By Paul de Bendern
ANKARA (Reuters) – Turkish President Abdullah Gul said on Friday he backed the Islamist-rooted governmentâ€™s proposal to lift a ban on the wearing of the Islamic headscarf in universities, a move opposed by the secular establishment.
â€œUniversities should not be places of political controversy, beliefs should be practiced freely at universities,â€ Gul, a former foreign minister in the AK Party government, told a conference in his home town Kayseri.
As head of state, Gul is expected to be neutral in political disputes but his support for the government on the headscarf issue is no surprise, given his past in political Islam.
Last year the secular elite, which includes army generals and judges, tried to block Gulâ€™s election as president because of his past and the fact his own wife wears the headscarf.
The crisis forced Prime Minister Tayyip Erdogan, a close ally of Gul, to call early parliamentary elections that their AK Party won resoundingly.
The popular pro-business, centre-right AK Party and a key opposition party agreed on Thursday to cooperate to lift the ban on women students wearing headscarves in universities.
The ban will still apply to teachers and to women working in public offices.
â€œItâ€™s a good step but not sufficient because after graduating women will be faced with the same problem again. If they become doctors they wonâ€™t be able to wear the headscarf at state hospitals,â€ said Fatma Disli, a columnist at the English language newspaper Todayâ€™s Zaman.
â€œThis is not a final solution,â€ she told Reuters.
The AK Party, backed by the nationalist MHP opposition party, is expected to present the constitutional amendments shortly to parliament. Together, they have sufficient votes to get the amendment approved.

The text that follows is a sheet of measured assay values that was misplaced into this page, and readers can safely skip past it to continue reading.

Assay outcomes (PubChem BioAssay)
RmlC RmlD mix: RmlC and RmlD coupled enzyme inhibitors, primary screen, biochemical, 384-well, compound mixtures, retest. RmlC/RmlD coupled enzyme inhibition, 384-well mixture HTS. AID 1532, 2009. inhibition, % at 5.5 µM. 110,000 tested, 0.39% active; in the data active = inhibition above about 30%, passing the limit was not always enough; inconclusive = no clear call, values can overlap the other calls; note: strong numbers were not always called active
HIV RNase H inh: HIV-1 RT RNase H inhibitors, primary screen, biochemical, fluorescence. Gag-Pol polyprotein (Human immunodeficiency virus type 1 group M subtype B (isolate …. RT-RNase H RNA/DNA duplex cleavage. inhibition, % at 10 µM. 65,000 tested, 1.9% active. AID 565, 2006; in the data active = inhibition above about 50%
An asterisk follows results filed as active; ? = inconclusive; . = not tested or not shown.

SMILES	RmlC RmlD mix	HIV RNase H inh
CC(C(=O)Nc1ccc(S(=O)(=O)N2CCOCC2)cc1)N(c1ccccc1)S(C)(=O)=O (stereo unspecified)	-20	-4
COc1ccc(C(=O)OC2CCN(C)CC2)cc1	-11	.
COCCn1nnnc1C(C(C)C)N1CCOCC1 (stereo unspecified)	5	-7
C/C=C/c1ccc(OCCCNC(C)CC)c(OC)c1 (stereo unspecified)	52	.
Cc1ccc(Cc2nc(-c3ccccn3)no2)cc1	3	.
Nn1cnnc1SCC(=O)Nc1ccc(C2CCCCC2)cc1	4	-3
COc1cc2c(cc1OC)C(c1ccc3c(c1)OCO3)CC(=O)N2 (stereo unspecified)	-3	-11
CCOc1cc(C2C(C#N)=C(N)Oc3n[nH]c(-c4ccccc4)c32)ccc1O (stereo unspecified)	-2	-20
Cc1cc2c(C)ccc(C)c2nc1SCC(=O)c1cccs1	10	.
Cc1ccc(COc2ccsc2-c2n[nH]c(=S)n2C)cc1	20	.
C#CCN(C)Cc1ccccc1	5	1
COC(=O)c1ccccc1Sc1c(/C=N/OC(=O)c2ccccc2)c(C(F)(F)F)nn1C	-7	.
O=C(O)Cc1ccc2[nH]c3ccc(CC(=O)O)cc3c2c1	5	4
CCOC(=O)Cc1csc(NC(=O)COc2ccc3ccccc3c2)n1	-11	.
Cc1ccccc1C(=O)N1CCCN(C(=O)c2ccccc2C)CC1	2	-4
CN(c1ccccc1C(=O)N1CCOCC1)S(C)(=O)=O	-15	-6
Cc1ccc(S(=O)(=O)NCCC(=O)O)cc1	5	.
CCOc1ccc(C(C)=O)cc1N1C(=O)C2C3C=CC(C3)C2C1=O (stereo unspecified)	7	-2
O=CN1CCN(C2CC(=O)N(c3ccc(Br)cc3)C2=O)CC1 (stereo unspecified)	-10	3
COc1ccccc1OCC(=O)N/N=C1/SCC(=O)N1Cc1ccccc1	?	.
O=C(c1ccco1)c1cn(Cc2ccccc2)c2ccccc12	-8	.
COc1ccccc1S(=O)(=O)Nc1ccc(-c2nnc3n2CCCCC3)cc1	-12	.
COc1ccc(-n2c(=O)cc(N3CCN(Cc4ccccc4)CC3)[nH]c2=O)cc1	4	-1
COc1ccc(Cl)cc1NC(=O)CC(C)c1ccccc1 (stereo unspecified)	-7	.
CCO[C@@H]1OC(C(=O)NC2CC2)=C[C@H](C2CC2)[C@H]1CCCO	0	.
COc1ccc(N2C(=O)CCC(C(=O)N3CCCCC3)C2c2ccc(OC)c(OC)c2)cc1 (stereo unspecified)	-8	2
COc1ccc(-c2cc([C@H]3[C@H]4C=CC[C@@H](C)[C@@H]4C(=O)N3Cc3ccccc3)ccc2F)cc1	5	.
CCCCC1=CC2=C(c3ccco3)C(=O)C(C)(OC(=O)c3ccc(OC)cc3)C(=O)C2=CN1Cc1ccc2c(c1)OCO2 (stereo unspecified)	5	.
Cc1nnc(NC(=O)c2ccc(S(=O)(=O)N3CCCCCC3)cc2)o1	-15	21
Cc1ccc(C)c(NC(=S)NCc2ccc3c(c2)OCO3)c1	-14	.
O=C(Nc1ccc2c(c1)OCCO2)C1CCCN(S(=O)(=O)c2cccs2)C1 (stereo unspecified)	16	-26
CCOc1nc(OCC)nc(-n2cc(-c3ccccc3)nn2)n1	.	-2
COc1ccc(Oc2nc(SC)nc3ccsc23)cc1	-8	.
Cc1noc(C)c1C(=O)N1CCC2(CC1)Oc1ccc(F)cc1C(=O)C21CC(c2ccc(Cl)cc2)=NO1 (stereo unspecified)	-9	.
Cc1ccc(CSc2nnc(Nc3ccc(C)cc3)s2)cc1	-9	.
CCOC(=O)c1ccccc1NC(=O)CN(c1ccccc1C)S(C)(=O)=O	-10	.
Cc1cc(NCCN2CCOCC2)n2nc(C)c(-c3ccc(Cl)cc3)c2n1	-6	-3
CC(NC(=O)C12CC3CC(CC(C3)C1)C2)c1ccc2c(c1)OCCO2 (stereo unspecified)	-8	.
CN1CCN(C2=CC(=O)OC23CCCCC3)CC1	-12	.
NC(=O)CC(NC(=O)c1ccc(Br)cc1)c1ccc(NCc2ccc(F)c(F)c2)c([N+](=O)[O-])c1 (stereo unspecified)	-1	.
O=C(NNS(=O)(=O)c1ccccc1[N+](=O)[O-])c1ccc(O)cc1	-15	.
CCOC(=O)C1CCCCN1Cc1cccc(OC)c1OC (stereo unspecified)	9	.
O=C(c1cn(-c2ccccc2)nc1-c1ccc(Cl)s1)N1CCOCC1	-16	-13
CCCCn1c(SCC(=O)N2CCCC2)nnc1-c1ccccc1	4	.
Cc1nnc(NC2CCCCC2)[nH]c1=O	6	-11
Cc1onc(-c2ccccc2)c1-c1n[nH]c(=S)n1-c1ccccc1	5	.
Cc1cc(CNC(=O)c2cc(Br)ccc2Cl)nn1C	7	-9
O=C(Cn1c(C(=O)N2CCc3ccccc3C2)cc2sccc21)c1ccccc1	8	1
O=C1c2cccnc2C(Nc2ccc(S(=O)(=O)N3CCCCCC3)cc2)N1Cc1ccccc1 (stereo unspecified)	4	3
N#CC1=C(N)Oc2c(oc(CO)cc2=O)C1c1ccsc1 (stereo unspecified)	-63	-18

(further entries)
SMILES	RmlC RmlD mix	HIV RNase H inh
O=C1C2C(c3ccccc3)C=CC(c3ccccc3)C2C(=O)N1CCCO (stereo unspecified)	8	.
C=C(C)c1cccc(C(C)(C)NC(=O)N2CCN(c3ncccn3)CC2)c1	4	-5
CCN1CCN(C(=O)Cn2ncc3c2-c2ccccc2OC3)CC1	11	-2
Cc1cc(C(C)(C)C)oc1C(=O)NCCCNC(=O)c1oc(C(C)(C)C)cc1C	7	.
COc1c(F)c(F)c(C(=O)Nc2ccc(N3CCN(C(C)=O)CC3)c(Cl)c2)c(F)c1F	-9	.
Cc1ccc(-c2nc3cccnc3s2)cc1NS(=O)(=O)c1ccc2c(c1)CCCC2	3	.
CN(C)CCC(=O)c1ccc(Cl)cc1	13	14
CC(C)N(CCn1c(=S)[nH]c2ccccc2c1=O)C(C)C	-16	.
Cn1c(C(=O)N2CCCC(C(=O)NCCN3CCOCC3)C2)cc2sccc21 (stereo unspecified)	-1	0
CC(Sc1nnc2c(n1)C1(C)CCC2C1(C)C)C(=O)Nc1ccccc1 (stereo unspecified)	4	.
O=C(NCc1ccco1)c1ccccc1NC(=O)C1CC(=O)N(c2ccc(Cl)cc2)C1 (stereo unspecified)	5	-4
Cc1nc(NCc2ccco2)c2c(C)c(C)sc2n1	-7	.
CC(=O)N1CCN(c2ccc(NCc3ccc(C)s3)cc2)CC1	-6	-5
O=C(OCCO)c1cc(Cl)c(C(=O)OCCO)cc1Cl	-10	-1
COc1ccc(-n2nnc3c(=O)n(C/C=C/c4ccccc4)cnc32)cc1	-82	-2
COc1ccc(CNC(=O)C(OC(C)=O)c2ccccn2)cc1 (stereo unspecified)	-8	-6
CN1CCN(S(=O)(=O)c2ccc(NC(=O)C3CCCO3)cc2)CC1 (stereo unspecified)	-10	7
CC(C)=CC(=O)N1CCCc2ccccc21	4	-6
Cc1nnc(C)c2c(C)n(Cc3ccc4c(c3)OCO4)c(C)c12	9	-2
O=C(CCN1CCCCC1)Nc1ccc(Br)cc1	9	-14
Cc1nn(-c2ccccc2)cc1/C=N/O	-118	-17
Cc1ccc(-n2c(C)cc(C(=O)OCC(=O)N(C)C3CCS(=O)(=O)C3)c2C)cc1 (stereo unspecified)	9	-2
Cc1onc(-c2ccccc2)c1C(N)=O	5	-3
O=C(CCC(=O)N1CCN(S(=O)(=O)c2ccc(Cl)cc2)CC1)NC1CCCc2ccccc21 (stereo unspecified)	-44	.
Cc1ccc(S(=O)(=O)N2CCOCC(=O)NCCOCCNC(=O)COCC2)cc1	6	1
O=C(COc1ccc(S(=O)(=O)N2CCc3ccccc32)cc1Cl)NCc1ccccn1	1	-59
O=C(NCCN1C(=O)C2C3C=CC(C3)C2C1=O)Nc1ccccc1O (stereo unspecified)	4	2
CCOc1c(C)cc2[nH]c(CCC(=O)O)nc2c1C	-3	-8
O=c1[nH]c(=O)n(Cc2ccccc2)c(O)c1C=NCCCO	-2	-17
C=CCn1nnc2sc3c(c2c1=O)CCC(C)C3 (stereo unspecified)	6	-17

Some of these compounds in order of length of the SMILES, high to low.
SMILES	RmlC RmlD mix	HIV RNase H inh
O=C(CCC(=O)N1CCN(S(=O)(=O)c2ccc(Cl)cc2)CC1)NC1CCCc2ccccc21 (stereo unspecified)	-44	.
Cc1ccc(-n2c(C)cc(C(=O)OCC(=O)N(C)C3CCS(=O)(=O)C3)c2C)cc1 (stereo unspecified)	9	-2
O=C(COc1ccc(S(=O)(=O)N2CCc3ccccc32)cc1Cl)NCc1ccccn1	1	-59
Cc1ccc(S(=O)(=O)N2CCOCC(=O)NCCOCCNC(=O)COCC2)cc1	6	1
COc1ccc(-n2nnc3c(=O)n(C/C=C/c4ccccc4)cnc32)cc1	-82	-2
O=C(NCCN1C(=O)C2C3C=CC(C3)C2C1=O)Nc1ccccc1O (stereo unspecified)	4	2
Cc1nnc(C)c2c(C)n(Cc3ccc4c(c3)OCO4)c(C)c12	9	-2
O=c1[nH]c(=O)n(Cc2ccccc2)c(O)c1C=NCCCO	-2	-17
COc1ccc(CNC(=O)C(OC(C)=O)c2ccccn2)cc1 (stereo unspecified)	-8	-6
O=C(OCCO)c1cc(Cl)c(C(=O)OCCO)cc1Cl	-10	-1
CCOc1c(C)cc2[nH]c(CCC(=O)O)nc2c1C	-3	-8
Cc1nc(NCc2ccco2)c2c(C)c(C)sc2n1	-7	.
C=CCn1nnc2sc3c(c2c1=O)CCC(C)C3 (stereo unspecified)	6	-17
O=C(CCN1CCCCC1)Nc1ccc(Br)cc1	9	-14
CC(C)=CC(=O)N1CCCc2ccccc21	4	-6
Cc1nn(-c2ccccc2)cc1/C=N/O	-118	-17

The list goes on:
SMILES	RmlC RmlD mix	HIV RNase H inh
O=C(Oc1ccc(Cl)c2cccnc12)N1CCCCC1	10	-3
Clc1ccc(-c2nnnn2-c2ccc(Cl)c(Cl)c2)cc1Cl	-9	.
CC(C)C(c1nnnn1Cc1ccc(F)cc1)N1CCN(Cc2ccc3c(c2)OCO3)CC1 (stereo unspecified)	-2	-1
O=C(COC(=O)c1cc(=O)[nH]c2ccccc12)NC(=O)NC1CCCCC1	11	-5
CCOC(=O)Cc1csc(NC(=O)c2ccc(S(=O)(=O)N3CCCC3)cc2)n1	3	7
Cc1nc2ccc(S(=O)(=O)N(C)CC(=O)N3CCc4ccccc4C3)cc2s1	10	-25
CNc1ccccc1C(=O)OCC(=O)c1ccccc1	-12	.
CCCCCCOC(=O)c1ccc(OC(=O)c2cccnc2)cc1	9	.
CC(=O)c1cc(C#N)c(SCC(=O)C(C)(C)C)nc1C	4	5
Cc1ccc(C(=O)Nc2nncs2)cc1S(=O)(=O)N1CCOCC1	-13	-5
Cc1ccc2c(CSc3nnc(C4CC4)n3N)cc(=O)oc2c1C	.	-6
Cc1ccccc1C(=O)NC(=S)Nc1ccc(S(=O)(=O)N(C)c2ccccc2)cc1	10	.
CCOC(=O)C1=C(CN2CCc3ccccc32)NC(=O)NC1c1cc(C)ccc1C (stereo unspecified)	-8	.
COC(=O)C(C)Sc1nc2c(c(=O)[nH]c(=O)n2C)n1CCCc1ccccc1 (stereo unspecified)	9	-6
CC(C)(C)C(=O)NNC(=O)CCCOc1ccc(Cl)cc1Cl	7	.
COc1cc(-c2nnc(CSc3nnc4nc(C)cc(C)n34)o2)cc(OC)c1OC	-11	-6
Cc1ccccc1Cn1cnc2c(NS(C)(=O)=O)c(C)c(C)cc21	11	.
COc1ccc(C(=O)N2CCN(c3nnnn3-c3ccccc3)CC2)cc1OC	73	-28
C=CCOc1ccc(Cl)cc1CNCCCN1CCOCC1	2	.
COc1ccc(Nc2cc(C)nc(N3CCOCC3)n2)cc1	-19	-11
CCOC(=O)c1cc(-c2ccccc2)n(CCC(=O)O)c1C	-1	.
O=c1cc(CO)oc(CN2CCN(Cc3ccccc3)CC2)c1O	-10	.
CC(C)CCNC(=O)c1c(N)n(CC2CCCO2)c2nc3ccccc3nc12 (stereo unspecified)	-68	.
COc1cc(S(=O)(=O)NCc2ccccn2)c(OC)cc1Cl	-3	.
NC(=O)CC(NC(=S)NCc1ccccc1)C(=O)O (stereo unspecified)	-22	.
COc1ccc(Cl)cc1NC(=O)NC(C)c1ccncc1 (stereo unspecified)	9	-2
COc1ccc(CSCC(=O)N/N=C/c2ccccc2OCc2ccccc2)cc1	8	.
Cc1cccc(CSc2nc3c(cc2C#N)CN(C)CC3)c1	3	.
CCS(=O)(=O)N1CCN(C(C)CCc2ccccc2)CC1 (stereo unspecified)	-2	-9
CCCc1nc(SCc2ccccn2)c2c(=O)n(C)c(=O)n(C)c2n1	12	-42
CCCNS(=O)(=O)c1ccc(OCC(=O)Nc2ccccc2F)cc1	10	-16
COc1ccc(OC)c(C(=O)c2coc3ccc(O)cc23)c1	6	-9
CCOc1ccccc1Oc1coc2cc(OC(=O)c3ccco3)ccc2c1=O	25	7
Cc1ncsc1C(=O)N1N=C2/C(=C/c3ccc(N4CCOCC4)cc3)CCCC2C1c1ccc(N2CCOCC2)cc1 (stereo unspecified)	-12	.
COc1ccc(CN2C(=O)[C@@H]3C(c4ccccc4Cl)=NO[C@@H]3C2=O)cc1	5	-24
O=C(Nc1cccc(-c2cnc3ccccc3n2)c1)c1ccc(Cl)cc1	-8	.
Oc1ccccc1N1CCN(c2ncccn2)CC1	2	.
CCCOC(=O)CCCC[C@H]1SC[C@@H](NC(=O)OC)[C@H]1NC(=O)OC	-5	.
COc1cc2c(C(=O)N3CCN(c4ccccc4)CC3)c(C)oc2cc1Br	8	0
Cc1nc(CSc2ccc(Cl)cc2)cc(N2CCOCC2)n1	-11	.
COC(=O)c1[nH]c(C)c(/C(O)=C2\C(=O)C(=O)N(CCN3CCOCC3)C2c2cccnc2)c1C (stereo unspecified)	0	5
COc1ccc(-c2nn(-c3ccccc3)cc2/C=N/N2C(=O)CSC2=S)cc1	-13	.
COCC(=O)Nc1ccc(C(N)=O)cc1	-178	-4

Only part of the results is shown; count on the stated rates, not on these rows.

The role of religion has been a polarizing issue in mainly Muslim Turkey since the founding of the secular republic in 1923 on the ashes of the Ottoman Empire. The current headscarf ban in universities dates back to a court ruling in 1989.
The move could increase political tensions in Turkey, a candidate for European Union membership, analysts say. Financial markets are closely watching the headscarf debate.
The secular elite views the ban as vital for the separation of state and religion in the mainly Muslim but constitutionally secular country.
The secularists accuse the AK Party of plotting to boost the role of Islam in Turkey, a claim Erdogan and his party deny.
â€œThis trend is one towards religious dictatorship. Turkeyâ€™s problem is that religion is used as a tool in politics,â€ said Sabih Kanadoglu, a retired supreme court chief prosecutor, according to the CNN Turk broadcasterâ€™s website.
Some secularists fear any relaxation of the ban would put pressure on women to wear the headscarf against their will.
â€œI donâ€™t think we should make such predictions. If such things happen people can go to court or to the police to take action but we cannot deny people their rights because of predictions,â€ said the columnist Disli, who wears the headscarf.
The powerful military, which views itself as the ultimate guarantor of Turkeyâ€™s secular order, has not yet commented but is unlikely to welcome the latest moves.
The army has ousted four democratically elected governments in the past 50 years, most recently in 1997 when with public support it drove out a cabinet it viewed as too Islamist.
The AK Party insists that wearing the headscarf is a matter of personal freedom in a country where two-thirds of women cover their heads. Opinion polls show strong public support for lifting the ban.
An increasingly wealthy but pious middle class is emerging in Turkey and it wants to practice its religion more freely.
(Editing by Andrew Roche)